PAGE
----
Ornamental trees add year-round interest to gardens and often attract birds and other wildlife. Some ornamental trees found in the Mid-Atlantic region of the United States are considered invasive; avoid them due to their ability to displace native species. Fortunately, the region supports many native ornamental trees that require little care once established.
Chionanthus virginicus, known as the fringe tree, grows 15-35 feet tall. The fringe tree features clusters of green foliage at the end of its branches and thin, white flowers in the spring. Bluish purple fruits attract birds in the summer. In the fall, the leaves turn yellow. Plant fringe tree in the sun for best flowering results. Fringe tree grows well near water in soil with a pH of 5.5 to 6.5. The tree may grow shrubby and require pruning. Prune only after flowering has subsided.
Viburnum prunifolium grows up to 25 feet tall and 12 feet wide. When young, black haw grows with a round crown, but the lower branches droop as the tree ages. Oval dark green leaves sit in pairs along the stems. Black haw displays clusters of white flowers in the spring, followed by bluish-black berries that last through the winter. In the fall, the leaves turn red. Grow black haw in full sun or partial shade and moist, loamy soil.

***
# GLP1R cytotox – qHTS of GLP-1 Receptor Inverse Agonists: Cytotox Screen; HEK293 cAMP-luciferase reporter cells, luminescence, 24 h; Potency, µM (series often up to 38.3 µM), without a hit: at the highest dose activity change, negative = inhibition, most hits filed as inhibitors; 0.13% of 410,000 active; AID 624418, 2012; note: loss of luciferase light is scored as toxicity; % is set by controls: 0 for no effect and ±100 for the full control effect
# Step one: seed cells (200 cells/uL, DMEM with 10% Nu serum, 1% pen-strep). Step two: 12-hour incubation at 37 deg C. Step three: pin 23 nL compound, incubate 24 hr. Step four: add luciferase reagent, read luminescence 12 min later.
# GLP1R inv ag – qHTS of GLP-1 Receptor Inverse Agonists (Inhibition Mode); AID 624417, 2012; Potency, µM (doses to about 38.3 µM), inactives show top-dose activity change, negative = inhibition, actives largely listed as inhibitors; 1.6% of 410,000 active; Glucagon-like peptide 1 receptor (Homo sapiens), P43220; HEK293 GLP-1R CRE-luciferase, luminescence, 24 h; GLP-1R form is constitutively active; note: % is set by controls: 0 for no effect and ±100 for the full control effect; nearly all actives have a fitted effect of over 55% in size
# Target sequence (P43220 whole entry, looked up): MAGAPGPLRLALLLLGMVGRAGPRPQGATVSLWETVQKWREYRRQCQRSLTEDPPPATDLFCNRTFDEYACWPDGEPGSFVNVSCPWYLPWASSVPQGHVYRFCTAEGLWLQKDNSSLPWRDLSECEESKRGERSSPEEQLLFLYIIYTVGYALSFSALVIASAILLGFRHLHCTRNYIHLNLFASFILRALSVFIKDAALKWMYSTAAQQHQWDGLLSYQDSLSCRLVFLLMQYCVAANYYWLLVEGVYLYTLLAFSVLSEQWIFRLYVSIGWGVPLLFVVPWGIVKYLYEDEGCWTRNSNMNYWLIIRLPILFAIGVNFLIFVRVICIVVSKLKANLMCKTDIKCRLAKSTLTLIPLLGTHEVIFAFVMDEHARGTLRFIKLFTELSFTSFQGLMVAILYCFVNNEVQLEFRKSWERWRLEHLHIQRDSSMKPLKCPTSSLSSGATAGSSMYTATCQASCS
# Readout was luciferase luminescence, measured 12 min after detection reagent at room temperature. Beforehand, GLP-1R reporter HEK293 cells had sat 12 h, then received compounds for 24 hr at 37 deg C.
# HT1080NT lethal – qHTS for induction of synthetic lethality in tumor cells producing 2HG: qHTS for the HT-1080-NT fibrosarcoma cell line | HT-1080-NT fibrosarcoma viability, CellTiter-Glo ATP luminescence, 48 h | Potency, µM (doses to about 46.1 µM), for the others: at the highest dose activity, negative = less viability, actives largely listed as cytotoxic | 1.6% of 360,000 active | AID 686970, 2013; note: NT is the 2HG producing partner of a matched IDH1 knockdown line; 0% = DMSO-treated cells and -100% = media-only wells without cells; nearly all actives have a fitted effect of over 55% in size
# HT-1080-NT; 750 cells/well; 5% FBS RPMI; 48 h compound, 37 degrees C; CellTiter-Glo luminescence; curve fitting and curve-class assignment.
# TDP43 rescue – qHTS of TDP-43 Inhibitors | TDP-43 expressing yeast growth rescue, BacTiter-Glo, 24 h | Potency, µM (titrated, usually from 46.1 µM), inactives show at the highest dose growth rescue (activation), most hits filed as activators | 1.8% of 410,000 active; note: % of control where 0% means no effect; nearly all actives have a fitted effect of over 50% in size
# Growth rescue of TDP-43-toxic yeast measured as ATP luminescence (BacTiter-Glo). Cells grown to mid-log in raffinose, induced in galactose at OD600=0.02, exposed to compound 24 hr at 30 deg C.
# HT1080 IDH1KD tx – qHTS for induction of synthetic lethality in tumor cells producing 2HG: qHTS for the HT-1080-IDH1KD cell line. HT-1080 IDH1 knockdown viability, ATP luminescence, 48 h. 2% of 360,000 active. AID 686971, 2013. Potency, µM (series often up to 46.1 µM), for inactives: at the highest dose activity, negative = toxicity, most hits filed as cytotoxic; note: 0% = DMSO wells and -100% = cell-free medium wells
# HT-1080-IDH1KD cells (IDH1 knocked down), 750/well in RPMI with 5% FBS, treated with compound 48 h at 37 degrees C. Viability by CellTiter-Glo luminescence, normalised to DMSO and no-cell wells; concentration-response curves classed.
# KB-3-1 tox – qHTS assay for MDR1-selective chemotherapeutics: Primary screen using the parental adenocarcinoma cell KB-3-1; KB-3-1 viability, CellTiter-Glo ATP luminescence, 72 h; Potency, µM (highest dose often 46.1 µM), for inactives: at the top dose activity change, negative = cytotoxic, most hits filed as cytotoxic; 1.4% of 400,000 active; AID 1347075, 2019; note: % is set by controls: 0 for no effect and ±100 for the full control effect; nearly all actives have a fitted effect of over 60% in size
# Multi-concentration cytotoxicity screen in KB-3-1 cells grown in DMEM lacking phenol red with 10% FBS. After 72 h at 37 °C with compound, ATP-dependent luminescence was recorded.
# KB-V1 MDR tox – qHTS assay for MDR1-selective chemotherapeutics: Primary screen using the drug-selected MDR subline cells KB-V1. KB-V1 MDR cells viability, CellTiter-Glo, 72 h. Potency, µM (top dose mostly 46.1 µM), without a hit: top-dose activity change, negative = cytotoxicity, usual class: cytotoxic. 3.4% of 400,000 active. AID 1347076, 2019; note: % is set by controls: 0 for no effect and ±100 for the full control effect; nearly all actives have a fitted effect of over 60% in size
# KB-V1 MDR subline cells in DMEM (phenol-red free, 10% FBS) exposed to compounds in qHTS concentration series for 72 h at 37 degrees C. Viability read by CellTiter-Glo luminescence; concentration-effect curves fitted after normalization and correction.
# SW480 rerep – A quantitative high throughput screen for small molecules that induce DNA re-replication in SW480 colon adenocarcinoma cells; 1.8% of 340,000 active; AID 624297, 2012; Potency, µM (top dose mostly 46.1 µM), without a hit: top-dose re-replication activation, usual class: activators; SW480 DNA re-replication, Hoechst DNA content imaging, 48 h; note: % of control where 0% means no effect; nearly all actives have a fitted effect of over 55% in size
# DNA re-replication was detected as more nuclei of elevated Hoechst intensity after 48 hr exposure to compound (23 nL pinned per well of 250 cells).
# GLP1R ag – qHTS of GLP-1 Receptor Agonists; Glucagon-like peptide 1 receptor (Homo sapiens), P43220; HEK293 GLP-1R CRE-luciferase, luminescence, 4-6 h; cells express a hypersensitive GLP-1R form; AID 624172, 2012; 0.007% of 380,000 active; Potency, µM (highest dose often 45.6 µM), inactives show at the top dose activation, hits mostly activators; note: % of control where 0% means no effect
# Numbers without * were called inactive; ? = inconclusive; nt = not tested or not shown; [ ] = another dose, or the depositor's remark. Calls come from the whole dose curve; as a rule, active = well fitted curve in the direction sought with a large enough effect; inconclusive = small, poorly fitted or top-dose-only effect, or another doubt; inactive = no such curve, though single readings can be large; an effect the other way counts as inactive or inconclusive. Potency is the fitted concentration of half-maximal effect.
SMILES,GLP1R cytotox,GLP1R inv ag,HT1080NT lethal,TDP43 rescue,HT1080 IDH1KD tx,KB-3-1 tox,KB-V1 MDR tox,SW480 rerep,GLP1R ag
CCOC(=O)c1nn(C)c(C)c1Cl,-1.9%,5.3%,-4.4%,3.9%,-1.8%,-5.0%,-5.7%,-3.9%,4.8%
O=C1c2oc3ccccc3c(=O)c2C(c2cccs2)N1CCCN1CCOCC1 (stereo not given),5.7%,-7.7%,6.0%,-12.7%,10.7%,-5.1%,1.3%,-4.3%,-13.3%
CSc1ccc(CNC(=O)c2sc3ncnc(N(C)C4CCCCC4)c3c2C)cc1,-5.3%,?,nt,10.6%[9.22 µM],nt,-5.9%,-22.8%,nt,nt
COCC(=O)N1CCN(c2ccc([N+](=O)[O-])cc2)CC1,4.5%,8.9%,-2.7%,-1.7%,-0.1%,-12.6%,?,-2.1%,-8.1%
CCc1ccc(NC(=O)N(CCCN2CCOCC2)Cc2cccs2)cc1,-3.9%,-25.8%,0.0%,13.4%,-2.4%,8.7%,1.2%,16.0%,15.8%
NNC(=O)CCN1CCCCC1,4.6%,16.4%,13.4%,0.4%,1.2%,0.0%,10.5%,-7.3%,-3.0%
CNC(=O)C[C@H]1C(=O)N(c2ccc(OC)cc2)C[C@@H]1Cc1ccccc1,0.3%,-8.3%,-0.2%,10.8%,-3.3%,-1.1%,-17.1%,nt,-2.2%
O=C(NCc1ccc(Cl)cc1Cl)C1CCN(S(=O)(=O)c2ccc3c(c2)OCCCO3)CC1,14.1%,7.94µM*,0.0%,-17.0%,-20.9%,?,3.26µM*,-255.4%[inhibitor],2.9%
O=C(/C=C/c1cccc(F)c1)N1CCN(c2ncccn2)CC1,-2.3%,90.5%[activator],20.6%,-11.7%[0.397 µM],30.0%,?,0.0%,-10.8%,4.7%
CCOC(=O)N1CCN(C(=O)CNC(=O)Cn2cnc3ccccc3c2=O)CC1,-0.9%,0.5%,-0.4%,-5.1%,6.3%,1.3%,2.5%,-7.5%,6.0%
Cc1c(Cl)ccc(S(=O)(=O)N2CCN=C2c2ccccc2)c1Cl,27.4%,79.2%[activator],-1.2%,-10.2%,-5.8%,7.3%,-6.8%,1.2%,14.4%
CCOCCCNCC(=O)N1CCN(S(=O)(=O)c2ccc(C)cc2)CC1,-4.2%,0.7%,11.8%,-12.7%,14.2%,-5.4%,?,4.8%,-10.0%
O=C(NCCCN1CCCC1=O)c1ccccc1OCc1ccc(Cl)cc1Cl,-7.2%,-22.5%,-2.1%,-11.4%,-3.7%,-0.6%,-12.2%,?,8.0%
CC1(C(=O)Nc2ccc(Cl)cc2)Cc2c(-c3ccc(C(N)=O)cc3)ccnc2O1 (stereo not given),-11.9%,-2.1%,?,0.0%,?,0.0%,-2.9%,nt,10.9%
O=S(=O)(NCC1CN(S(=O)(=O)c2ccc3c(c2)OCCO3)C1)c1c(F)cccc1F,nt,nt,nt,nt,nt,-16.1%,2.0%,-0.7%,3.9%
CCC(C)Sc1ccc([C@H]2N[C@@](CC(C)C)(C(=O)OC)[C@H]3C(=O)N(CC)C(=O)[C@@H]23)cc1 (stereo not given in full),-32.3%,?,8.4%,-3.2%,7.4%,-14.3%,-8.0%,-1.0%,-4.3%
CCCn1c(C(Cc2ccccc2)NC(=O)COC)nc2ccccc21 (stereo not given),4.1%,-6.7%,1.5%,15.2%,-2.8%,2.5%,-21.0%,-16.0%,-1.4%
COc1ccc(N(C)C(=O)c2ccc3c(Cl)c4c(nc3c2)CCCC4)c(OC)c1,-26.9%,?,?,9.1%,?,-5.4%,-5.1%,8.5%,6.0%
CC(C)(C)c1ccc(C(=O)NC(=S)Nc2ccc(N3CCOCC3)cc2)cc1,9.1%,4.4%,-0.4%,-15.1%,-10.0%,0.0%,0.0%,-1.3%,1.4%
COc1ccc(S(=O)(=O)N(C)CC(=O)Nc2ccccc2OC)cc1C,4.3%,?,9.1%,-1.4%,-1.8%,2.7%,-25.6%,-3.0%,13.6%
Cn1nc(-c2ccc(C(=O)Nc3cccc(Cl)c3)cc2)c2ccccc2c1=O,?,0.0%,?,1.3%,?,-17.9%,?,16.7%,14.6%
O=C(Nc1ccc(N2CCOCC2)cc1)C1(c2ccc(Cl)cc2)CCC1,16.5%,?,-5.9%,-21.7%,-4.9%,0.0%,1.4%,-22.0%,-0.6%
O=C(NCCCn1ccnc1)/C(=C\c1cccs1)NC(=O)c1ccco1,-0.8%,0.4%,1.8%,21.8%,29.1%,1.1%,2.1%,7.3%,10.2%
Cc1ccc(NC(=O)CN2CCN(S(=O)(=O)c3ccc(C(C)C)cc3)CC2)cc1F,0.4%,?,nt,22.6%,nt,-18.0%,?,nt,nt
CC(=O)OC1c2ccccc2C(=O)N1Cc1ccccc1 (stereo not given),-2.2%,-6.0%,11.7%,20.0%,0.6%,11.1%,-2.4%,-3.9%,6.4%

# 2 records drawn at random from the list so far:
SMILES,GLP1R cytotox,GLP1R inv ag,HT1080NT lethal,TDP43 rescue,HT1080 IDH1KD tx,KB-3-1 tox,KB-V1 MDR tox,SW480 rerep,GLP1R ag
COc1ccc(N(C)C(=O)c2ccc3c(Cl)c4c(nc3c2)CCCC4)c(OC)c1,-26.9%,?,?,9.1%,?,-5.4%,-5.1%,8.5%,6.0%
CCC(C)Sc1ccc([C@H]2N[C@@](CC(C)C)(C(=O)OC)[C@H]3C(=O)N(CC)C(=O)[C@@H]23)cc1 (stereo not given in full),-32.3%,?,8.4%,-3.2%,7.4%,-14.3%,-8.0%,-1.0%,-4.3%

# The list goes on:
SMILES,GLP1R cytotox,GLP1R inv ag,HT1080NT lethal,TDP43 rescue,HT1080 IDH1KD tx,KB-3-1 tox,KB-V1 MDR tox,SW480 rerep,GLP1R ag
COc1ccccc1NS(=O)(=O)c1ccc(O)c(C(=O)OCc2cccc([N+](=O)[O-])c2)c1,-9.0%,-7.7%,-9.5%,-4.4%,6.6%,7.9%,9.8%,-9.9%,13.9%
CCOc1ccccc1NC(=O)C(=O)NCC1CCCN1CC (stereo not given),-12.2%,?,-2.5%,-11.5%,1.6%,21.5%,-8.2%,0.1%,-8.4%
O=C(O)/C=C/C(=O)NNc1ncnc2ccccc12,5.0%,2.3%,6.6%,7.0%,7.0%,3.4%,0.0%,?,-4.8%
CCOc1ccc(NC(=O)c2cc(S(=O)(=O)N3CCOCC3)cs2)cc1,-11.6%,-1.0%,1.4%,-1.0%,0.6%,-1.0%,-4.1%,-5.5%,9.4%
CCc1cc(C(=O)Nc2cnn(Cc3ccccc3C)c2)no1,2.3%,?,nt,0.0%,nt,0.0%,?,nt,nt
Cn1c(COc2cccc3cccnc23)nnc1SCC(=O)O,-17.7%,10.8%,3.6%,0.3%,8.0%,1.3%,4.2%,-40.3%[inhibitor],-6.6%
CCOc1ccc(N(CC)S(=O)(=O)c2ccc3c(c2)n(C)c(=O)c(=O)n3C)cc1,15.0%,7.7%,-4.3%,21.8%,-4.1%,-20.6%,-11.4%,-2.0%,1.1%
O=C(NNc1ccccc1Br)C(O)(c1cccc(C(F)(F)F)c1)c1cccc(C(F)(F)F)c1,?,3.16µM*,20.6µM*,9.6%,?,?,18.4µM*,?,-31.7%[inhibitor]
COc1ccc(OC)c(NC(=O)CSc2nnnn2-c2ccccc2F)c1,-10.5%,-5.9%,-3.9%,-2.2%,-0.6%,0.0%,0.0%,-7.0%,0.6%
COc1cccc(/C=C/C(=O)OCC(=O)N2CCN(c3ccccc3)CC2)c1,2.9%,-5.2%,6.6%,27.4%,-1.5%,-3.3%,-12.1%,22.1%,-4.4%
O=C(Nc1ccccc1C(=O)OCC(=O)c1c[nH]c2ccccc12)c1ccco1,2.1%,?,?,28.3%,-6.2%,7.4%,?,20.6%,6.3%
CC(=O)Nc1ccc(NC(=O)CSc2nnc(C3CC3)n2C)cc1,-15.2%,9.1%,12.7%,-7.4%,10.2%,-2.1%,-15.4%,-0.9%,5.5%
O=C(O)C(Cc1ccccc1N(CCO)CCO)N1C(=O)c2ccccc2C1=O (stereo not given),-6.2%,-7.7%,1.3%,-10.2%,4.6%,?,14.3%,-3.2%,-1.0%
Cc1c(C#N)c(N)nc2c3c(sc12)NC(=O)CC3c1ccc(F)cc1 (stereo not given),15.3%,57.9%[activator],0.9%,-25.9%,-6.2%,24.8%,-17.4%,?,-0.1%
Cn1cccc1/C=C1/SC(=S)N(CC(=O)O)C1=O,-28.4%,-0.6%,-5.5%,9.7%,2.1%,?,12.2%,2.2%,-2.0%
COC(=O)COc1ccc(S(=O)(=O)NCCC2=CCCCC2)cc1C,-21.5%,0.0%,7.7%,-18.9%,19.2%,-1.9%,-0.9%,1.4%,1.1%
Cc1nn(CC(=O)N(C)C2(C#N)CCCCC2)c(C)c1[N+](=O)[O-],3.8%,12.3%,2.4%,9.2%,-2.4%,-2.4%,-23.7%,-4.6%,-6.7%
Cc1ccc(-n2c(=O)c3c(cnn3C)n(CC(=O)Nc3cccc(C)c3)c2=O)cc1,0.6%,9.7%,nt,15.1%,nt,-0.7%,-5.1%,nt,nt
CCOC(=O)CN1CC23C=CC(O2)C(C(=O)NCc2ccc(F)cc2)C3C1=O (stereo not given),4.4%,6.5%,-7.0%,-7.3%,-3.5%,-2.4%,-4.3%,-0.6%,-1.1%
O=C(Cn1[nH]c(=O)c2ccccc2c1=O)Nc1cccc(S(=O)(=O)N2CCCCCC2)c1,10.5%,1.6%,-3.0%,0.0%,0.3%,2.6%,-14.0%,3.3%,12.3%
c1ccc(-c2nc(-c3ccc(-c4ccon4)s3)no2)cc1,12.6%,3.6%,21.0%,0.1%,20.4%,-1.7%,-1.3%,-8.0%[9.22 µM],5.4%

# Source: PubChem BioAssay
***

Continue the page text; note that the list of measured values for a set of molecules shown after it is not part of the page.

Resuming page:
Morus rubra, or red mulberry, grows as a low-branching tree with a rounded crown. It grows 20-60 feet tall and up to 40 feet wide. Red mulberry features reddish stems and bark and green, heart-shaped leaves that turn yellow in the fall. Purplish red fruit appears on female trees in the summer. Choose a location in full sun or partial shade for red mulberry. Once established, these hardy plants require little care.
Nyssa sylvatica, commonly known as sour gum or black gum, grows as a pyramid-shaped tree between 30 and 50 feet tall. Sour gum produces greenish white flowers in the spring and bluish fruit appears in the summer. Glossy, green leaves turn yellow, orange, red and purple in the fall. The ridges of the dark gray bark provide visual interest during the winter. Plant sour gum in nutrient-rich, acidic soil with a pH of 5.5 to 6.5. This tree performs best in full sun or light shade. Water regularly until the tree becomes established.
Cercis canadensis, or Eastern redbud, typically grows 20-35 feet tall. This tree has a short trunk and spreading branches that display bundles of reddish purple flowers in the spring. Grayish-green, heart-shaped leaves appear after flowering and turn yellow in the fall. The zigzag pattern of the branches provides winter interest. Plant Eastern red bud trees in full sun or partial shade. These trees tolerate both acidic and alkaline soils and rarely require watering once established.
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